I recall bringing my own lunches to school in a white, panda bear lunch box, wrapped in a furoshiki. My mother’s lunches were always a careful mix of color – most likely a balance of nutrition, flavor, and even more so – a result of good time management.
I try to keep this in mind, but some days, I simply get stumped. I wonder to myself, what can I pack for my daughter that keeps well, tastes good, and isn’t repetitious.
Last night, as I pondered her menu on my hour drive home from work, I tried to remember some lunch staples that were packed in my own lunches. A few items came to mind – onigiri wrapped in nori, broccoli with dressing – and then a favorite… Hotdogs, or mini hot dogs were sometimes cut, and sautéed – the heat curling up the hot dogs to resemble an octopus, crab, a flower… Fortunately (for my conscience and for my daughter), I had picked up some Applegate Farm hotdogs, and had these readily available to experiment with.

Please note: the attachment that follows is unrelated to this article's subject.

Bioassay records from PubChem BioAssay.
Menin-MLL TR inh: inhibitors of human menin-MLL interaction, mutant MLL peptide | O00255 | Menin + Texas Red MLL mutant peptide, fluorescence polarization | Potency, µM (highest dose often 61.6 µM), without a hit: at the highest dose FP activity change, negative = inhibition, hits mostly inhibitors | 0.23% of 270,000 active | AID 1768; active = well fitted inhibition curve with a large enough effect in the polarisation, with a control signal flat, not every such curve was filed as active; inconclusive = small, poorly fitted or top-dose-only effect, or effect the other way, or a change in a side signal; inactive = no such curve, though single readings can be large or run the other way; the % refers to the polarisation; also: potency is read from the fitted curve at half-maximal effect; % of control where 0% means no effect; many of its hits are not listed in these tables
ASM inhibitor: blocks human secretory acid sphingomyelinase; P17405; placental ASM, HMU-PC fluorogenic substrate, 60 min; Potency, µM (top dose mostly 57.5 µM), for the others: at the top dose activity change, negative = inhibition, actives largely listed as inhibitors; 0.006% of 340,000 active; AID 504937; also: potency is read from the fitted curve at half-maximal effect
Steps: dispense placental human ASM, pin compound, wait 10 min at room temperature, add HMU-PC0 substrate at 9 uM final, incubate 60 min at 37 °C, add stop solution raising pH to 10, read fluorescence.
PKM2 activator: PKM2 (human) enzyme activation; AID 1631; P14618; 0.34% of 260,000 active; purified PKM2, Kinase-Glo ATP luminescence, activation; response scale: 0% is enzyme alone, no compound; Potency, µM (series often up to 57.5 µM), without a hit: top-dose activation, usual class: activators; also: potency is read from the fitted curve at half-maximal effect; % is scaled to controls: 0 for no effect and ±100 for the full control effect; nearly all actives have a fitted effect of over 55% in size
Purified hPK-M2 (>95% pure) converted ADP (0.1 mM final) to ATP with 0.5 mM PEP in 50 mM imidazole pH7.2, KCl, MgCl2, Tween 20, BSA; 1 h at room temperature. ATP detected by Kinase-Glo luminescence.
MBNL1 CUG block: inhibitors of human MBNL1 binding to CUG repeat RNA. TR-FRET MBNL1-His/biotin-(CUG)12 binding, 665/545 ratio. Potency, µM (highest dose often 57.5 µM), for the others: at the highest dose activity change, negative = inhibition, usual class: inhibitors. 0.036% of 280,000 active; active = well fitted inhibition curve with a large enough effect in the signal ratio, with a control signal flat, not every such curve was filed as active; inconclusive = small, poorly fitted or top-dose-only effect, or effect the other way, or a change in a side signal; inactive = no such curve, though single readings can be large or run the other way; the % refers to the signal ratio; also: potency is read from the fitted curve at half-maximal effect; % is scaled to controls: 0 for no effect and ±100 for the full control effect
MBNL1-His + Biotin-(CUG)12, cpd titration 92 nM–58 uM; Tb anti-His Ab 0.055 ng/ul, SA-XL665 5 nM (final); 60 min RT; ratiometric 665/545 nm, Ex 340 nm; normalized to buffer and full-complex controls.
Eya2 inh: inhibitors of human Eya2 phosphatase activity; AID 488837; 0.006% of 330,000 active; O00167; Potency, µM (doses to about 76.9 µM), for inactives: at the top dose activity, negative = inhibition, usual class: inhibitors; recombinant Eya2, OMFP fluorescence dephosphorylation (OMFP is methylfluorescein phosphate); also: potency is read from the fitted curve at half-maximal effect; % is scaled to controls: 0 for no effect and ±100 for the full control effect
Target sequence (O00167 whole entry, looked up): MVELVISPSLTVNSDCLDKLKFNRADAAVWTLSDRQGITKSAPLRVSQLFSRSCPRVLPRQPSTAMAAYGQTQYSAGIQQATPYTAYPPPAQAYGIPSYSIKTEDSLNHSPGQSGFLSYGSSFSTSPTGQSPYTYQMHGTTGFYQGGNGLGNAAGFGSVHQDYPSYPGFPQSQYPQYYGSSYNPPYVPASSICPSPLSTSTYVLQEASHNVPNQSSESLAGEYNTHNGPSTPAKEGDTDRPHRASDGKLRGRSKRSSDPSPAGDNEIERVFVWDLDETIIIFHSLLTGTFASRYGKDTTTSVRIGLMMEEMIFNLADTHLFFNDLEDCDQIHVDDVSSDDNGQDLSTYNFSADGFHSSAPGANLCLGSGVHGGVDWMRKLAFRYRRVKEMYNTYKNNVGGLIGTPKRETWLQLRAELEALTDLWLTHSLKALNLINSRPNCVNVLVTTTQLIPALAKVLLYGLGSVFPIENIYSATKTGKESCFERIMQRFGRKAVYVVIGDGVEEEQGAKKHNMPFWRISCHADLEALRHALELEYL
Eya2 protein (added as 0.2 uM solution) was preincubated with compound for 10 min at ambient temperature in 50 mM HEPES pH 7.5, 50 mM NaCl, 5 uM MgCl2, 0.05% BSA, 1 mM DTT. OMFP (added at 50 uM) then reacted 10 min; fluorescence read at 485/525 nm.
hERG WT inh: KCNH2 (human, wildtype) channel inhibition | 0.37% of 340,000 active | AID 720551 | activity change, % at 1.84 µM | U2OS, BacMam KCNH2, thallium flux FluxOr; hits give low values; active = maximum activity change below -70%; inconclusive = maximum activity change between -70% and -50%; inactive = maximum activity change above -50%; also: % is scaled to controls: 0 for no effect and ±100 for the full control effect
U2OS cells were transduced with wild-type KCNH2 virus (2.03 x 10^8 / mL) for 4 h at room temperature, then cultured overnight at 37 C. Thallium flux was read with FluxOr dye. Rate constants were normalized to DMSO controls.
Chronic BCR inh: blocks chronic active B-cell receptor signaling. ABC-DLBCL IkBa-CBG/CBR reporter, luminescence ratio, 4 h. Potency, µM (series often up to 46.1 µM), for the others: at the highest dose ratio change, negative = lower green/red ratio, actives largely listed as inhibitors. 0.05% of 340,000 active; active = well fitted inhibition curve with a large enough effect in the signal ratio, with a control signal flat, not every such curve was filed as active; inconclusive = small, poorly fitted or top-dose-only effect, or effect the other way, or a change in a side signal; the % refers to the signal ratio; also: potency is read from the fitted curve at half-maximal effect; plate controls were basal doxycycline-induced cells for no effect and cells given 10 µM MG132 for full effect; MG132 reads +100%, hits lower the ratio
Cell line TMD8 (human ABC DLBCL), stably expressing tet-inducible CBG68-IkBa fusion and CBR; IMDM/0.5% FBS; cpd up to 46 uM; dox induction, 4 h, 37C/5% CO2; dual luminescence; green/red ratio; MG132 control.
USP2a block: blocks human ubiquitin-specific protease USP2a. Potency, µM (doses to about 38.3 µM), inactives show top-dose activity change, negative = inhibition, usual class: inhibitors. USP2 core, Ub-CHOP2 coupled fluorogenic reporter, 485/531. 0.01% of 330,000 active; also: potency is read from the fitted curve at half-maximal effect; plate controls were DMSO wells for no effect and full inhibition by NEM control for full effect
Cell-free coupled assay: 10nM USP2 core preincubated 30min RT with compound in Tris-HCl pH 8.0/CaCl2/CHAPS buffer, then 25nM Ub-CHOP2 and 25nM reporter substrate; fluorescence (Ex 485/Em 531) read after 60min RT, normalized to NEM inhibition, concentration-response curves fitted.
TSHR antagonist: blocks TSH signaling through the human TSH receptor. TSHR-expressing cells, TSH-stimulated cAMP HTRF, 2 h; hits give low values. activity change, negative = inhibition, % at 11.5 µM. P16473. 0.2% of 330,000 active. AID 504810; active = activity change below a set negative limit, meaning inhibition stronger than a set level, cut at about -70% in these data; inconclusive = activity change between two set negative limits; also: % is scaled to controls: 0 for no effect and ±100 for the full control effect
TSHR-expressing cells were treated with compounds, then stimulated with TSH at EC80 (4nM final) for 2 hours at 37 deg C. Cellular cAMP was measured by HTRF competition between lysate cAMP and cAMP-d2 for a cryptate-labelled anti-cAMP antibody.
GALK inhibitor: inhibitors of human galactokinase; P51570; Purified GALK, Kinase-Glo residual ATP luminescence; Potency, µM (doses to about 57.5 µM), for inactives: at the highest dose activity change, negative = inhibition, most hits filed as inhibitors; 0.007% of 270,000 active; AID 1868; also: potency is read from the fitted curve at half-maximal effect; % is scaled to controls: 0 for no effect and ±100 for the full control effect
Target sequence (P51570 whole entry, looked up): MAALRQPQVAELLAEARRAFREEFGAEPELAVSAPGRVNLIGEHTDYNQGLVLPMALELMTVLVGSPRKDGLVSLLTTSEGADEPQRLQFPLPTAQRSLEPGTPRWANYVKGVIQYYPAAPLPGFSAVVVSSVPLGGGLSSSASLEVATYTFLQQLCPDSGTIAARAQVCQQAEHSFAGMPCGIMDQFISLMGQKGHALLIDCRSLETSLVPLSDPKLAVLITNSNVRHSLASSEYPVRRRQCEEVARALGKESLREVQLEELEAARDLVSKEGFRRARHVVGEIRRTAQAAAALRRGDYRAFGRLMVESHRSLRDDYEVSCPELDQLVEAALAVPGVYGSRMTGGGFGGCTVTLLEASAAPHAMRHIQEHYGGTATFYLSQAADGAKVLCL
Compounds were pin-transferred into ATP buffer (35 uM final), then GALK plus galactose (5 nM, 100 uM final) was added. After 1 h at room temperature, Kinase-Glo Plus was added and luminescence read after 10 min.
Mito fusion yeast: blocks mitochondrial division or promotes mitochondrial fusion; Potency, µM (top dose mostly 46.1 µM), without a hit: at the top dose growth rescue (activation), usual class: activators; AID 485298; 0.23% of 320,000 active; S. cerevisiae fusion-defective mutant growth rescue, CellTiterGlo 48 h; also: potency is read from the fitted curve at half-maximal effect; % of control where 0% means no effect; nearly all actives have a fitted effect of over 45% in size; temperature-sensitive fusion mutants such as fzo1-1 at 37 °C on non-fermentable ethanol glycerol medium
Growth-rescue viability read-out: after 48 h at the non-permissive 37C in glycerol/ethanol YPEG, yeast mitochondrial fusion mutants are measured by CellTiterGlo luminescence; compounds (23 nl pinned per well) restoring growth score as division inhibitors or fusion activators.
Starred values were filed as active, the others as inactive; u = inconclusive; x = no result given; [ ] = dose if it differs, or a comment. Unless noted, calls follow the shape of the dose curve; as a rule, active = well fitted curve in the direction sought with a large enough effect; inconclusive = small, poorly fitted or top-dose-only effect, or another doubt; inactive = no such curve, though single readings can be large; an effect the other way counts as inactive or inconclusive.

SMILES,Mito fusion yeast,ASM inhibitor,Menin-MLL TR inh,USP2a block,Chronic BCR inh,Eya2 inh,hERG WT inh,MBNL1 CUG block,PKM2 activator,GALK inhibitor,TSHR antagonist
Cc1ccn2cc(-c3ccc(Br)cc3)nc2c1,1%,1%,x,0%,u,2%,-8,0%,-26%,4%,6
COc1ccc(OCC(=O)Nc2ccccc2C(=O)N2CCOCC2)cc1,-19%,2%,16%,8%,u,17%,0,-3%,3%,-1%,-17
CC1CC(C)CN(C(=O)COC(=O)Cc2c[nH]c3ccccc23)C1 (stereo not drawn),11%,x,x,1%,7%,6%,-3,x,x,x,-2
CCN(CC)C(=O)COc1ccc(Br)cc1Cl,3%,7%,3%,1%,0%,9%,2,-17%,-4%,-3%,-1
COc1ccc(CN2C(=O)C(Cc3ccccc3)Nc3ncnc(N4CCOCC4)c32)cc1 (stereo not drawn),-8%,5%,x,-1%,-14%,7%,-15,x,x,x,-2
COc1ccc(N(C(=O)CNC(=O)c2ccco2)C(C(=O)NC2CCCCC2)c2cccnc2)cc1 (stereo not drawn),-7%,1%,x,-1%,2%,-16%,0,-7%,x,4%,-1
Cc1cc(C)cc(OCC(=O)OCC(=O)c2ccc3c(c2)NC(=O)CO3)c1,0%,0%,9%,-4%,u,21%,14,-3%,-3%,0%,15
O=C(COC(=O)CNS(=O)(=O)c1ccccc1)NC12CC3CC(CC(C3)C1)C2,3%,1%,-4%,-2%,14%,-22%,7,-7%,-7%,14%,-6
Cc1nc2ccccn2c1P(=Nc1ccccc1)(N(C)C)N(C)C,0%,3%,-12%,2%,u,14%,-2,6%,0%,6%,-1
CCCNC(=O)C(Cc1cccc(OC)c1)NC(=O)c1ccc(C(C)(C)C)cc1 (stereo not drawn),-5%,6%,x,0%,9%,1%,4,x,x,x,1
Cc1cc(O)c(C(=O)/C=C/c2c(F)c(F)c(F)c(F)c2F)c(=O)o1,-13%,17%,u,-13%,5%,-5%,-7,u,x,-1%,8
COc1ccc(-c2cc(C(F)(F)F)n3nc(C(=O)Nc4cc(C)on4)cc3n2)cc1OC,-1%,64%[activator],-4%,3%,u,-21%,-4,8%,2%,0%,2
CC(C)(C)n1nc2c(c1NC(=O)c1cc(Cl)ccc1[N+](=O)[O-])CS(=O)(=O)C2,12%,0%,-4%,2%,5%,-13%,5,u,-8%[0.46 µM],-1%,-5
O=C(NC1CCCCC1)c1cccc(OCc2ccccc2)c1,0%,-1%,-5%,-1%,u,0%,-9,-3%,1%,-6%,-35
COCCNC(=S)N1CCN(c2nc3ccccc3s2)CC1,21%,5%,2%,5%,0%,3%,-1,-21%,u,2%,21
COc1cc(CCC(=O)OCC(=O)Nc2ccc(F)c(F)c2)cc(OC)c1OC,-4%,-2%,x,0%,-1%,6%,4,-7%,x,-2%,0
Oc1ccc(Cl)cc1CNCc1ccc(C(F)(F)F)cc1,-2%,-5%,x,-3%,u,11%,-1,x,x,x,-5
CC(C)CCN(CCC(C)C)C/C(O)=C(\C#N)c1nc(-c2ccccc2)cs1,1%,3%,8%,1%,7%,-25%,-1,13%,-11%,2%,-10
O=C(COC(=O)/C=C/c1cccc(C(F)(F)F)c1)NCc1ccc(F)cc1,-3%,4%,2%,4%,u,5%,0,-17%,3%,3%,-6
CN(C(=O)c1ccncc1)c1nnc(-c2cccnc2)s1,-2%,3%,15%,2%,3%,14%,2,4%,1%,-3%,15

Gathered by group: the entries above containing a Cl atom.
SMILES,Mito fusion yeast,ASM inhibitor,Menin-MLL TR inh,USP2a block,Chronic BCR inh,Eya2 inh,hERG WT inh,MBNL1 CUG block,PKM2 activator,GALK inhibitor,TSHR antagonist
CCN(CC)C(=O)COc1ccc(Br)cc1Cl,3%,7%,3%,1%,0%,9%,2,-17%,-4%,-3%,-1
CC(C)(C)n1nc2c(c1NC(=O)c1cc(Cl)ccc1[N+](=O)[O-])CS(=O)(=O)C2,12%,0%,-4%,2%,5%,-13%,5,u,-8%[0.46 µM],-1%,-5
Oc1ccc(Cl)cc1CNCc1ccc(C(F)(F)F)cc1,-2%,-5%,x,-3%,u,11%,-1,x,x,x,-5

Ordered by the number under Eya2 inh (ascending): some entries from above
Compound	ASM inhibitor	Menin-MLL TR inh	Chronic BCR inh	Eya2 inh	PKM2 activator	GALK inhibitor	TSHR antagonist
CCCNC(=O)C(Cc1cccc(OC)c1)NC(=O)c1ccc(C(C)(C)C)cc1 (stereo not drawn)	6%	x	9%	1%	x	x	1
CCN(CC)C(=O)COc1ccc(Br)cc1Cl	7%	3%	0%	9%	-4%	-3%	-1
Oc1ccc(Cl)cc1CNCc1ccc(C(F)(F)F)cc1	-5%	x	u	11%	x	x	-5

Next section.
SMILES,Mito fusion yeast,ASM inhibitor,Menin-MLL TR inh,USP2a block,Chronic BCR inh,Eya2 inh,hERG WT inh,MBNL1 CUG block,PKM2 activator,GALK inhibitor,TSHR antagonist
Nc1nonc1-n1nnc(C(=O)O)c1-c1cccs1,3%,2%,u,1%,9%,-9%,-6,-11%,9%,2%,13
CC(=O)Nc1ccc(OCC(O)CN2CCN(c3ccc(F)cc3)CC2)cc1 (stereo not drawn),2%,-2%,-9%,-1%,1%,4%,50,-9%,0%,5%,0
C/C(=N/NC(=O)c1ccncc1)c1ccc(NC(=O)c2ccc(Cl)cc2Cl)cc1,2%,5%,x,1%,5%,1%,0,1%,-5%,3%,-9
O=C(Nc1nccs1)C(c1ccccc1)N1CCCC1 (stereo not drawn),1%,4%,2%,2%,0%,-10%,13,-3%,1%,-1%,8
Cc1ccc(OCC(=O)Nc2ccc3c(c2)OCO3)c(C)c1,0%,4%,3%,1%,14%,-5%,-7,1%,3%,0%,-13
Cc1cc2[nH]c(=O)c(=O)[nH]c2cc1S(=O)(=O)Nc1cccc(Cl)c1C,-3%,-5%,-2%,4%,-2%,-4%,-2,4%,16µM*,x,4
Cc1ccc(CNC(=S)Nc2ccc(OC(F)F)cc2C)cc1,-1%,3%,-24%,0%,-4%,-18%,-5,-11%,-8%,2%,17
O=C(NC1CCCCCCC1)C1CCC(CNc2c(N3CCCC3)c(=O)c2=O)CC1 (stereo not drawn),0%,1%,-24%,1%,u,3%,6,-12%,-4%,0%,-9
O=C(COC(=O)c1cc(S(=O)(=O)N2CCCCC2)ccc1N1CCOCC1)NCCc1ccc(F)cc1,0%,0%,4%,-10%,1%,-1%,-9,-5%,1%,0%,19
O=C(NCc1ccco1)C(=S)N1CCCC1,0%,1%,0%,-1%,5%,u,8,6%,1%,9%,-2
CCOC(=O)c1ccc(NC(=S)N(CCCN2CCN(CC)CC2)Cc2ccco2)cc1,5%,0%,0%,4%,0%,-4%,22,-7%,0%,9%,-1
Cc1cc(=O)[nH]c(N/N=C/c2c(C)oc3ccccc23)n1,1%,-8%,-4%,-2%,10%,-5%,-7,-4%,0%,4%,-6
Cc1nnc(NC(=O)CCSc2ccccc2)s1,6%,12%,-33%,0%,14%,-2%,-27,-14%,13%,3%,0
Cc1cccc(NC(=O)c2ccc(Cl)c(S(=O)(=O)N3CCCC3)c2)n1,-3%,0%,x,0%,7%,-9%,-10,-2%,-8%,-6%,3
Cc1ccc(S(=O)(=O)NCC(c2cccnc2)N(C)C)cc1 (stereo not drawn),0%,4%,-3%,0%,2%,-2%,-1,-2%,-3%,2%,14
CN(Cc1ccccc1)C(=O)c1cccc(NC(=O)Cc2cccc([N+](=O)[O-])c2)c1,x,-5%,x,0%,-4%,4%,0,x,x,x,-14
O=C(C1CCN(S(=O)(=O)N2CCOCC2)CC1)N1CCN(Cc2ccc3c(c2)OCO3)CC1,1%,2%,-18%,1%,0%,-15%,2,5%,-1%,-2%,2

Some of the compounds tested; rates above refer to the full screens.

I cut a hot dog in half, and then made lengthwise incisions about a quarter length along both sides on one hot dog half. The other, I made incisions on only one side, about a third of the way up. I then heated up a frying pan, and was happy to see the hot dogs curl up – the one that was cut on both ends curled up, almost resembling a crab or a flower, and the other one resembling an octopus. It brought back a flood of happy memories of picnicking with my family on a blanket, as well as sitting with my parents on a warm Saturday afternoon, enjoying undokai, or Sports Day, hosted by the weekend Japanese school.
Today’s lunch is:
sautéed hot dog in the shape of an octopus and crab/or flower, resting on a bed of sautéed organic spinach
Sautéed organic sweet potato, sprinkled with a little sea salt, as well as sautéed organic Japanese eggplant, seasoned with a little soy sauce
Steamed multi-grain rice, mixed with black gomashio
Julienned and sautéed organic Napa cabbage, celery, onion and aburaage, sautéed in a little canola oil until the vegetables softened, and then braised in organic chicken stock, a little soy sauce and a dash mirin